By David Ignatius
Friday, May 5, 2006
Alan Greenspan was often accused of being incomprehensible in his public utterances. "If you understood what I said, I must have misspoken," he famously told a senator once. Yet in private, Greenspan communicated so clearly through a network of invisible intermediaries that his actions rarely surprised the financial markets.
Now the world economy is adjusting to an apprentice maestro in Ben Bernanke, and the wires are getting crossed. The new Fed chairman is communicating too bluntly in public and too opaquely on the hidden channels that steady the markets. It took Greenspan years to perfect his weird combination of opacity and clarity, but the financial world will be unhappy if Bernanke doesn't quickly learn the art of indirect communication.
Bernanke's maiden missteps involved the most powerful weapon in his arsenal -- a Fed chairman's ability to shape expectations about future interest rates. Traders are paying special attention now because this is a moment when nearly all the major markets -- currencies, stocks, bonds, commodities -- seem near delicate inflection points. Their future course depends in part on signals sent by the new Fed chairman.
The cat-and-mouse game with the markets began with the March 28 meeting of the Federal Open Market Committee. It was the first time Bernanke had presided over the Fed's rate-setting body, and some traders expected he might signal an intention to ease Greenspan's methodical tightening, which had featured 14 quarter-point raises in the federal funds rate since June 2004. But Bernanke moved up another quarter point, and the communique suggested that rates might go higher still to contain inflation. Traders who had bet on a future pause were caught wrong-footed.
But wait a moment. When the minutes of the March 28 meeting were released two weeks later, they suggested that Bernanke was indeed thinking of a pause: "Most members thought the end of the tightening process was likely to be near, and some expressed concerns about the dangers of tightening too much." Now traders who had bet on continued tightening were scrambling to adjust their positions.
The expectation of an imminent pause was reinforced by Bernanke's April 27 congressional testimony, when he said (with what he must have hoped was Greenspanian obscurity), "at some point in the future, the [Fed] may decide to take no action at one or more meetings." He cautioned that he might resume tightening, but the markets focused on the "no action" part, and traders around the world adjusted their portfolios yet again.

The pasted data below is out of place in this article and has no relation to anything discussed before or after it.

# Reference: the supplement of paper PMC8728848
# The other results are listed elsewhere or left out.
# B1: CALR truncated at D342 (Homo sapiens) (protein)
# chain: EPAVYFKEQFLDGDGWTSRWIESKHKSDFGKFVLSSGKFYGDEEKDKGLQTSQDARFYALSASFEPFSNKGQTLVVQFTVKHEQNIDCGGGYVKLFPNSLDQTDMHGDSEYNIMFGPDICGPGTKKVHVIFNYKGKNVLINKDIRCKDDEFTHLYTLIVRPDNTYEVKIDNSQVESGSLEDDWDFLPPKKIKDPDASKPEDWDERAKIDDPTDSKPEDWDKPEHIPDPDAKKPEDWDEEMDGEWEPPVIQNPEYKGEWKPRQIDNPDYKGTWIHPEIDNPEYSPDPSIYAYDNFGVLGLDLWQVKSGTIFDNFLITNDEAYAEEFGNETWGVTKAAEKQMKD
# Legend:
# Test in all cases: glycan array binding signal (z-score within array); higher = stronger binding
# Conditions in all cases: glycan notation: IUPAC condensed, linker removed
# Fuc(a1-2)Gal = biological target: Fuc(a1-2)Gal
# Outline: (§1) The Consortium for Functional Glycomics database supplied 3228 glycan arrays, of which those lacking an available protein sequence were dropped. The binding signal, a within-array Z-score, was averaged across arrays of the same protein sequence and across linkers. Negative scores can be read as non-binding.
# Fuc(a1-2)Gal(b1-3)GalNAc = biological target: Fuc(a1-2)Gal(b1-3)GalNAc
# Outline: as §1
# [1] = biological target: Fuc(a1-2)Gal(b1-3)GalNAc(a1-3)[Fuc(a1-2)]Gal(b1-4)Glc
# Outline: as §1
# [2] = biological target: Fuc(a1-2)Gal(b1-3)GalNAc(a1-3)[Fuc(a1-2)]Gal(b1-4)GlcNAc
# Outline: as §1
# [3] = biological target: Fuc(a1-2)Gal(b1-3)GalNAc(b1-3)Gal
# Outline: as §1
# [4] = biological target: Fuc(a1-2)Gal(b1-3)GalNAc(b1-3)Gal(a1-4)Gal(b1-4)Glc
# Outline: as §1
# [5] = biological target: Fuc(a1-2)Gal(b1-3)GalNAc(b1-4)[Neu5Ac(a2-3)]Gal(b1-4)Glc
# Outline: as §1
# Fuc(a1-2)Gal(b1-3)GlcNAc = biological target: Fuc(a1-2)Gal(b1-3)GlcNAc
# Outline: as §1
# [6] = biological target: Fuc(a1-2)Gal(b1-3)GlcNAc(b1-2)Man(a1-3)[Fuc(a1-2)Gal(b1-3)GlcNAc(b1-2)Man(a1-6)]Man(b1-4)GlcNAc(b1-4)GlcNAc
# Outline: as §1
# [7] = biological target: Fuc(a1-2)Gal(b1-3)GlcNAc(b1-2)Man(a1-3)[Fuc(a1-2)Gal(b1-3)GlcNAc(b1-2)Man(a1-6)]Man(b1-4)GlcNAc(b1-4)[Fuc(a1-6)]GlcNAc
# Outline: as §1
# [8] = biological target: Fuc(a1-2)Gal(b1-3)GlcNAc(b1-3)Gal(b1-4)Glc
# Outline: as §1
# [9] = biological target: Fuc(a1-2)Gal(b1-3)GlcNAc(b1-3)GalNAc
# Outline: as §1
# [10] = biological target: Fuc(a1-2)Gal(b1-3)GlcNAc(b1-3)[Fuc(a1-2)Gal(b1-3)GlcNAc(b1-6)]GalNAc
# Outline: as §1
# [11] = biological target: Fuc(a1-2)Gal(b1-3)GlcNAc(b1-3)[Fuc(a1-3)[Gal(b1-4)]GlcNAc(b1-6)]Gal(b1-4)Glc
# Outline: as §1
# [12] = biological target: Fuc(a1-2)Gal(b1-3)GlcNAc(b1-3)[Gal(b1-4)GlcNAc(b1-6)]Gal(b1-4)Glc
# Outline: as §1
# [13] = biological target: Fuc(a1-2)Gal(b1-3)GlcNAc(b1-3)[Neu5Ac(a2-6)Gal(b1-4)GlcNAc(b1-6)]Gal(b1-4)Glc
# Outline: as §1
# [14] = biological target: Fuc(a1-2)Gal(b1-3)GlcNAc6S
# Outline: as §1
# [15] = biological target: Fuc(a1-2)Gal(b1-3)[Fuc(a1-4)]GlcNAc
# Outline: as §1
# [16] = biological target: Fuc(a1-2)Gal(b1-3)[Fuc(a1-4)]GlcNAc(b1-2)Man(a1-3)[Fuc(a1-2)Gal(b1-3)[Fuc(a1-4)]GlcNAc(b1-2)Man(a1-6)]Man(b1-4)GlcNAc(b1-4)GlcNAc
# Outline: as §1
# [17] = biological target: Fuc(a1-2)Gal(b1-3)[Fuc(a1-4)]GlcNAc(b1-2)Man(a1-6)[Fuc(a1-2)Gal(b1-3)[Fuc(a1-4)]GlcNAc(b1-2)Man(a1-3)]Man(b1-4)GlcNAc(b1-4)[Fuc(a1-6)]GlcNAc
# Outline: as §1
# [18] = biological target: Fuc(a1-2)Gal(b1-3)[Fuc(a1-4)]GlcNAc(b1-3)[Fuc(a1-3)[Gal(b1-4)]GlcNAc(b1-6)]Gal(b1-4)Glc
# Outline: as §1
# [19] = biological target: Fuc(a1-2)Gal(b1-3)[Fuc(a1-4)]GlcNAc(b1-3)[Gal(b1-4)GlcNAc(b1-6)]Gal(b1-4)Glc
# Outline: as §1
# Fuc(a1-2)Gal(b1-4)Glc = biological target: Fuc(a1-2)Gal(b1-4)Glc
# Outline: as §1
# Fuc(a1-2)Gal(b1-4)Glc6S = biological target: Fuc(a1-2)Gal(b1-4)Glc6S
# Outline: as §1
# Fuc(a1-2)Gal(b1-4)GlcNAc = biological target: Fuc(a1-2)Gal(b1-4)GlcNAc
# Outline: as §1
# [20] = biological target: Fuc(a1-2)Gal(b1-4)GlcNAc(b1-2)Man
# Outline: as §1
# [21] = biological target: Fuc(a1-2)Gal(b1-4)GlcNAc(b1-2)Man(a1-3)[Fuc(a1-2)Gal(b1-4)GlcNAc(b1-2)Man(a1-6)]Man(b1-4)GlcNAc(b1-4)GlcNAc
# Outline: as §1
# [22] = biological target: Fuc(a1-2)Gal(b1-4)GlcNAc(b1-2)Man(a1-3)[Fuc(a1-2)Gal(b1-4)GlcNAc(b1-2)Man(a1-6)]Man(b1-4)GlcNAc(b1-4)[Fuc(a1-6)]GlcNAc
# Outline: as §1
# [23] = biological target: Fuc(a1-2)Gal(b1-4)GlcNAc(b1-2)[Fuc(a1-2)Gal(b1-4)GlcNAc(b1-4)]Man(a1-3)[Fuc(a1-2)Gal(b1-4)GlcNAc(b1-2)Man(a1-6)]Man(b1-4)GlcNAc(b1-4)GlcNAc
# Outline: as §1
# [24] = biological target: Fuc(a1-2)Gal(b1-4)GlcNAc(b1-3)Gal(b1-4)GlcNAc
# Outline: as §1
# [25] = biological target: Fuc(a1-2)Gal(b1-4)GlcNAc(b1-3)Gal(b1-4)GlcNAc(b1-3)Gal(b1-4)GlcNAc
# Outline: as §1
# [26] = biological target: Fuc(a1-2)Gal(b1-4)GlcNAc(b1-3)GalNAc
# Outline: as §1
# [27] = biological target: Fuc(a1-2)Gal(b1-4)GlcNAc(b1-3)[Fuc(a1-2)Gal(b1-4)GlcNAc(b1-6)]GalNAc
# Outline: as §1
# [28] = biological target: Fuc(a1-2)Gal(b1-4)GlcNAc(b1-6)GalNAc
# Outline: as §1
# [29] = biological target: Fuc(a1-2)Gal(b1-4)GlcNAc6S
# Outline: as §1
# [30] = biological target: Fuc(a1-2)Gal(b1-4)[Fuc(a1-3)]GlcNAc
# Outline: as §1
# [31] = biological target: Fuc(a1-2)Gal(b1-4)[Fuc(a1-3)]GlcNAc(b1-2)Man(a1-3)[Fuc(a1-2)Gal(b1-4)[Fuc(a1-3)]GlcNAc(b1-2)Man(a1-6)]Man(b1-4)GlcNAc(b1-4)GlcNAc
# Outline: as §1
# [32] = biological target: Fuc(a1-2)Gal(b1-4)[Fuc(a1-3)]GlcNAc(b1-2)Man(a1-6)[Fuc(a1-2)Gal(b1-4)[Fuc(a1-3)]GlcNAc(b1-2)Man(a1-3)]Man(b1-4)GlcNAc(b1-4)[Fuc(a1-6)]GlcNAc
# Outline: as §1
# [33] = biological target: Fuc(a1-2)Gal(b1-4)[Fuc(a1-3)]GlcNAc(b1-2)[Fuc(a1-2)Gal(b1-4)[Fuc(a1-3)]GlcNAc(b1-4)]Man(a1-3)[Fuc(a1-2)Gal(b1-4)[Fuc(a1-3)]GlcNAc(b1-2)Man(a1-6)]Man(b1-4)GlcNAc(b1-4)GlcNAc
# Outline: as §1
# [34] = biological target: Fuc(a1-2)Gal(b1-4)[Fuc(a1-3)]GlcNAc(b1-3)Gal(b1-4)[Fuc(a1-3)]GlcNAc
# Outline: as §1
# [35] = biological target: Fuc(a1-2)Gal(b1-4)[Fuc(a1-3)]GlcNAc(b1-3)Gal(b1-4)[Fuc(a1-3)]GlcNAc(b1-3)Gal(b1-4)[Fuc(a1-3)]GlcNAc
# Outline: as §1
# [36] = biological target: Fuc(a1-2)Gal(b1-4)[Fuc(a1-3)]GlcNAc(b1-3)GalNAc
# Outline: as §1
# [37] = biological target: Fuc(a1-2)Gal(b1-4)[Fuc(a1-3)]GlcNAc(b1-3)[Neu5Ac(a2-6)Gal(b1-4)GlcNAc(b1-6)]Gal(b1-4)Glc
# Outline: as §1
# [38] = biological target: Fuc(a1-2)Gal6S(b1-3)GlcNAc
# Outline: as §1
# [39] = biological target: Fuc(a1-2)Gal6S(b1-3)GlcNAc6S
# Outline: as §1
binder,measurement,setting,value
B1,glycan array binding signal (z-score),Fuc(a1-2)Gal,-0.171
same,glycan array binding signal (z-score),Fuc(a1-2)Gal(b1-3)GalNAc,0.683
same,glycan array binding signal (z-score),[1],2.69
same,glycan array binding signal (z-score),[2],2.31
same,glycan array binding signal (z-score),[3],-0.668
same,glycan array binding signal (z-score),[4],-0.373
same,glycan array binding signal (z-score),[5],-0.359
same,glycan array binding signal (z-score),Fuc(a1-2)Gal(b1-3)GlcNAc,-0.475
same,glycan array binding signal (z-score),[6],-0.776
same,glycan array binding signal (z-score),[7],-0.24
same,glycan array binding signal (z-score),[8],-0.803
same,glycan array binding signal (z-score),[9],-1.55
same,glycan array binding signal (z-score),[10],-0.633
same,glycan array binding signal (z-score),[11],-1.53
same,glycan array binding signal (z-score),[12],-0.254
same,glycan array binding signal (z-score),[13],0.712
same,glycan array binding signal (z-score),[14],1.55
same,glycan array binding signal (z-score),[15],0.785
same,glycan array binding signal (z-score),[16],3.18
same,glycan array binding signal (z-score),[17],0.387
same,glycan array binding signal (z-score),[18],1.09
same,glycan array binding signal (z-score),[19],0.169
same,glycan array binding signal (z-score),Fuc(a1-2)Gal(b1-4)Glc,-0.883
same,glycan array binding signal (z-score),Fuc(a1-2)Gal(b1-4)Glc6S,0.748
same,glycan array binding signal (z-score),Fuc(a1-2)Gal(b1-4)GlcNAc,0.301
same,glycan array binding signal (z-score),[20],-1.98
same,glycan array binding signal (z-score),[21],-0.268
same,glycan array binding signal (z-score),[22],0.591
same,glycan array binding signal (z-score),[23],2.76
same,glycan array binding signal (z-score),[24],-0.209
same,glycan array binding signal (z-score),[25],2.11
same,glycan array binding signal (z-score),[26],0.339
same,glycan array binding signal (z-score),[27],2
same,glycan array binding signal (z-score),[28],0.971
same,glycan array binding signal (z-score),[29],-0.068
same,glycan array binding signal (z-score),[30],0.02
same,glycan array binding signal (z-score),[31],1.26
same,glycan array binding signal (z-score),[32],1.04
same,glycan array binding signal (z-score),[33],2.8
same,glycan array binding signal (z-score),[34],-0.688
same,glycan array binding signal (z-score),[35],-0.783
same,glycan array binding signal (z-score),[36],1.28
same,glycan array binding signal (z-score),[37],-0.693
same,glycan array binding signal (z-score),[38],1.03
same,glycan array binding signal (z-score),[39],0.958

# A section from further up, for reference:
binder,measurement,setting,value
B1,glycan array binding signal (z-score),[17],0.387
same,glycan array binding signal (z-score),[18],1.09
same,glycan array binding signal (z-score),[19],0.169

Then the new Fed chairman did something dumb. He spoke plainly, in public. At last weekend's White House Correspondents' Association dinner, he was buttonholed by CNBC's Maria Bartiromo. "I asked him whether the markets got it right after his congressional testimony, and he said, flatly, no," she reported later. "He said he and his Federal Open Market Committee were basically trying to create some flexibility for the Federal Reserve, saying the Fed may pause but the data will really dictate whether more rate hikes will occur."
Bernanke's comment was entirely reasonable, but it created an uproar -- and caused the bond market to reverse course once more. "It is getting ugly. Bernanke is having a difficult time communicating policy," wrote Tim Duy in his blog, Economist's View. The Financial Times scolded the new chairman's "unfortunate" communications gaffe and suggested he move to a more rigid inflation-targeting model for setting rates, in which his comments, public or private, wouldn't be so important.
Bernanke came to the Fed as an advocate of greater transparency, arguing for more public statements, news conferences and forecasts. I suspect he may be losing a bit of his enthusiasm for openness as he discovers just how closely (and often foolishly) the markets hang on a Fed chairman's words. The danger (as his comment to Bartiromo suggested) is that the markets adjust so quickly to what they think the Fed is doing that they leave the chairman little flexibility. Once the traders are convinced he's doing "x," he may have to do "2x" to achieve the desired result. Thus the value of Greenspan's public mumble -- it created just enough ambiguity to give him room to maneuver.
Today the markets should be focusing on the macro questions. Are global financial imbalances finally being resolved, through slower U.S. consumption and a falling dollar? Are the Chinese finally going to consume more and export less, with a higher yuan? Is the U.S. stock market poised for a sharp rise or a tumble? The answers to those big questions are unknowable, alas, so it's no surprise that the markets focus instead on what the Fed chairman said, or might have said, or shouldn't have said. Bernanke is the latest to discover that, in communications, less is sometimes more.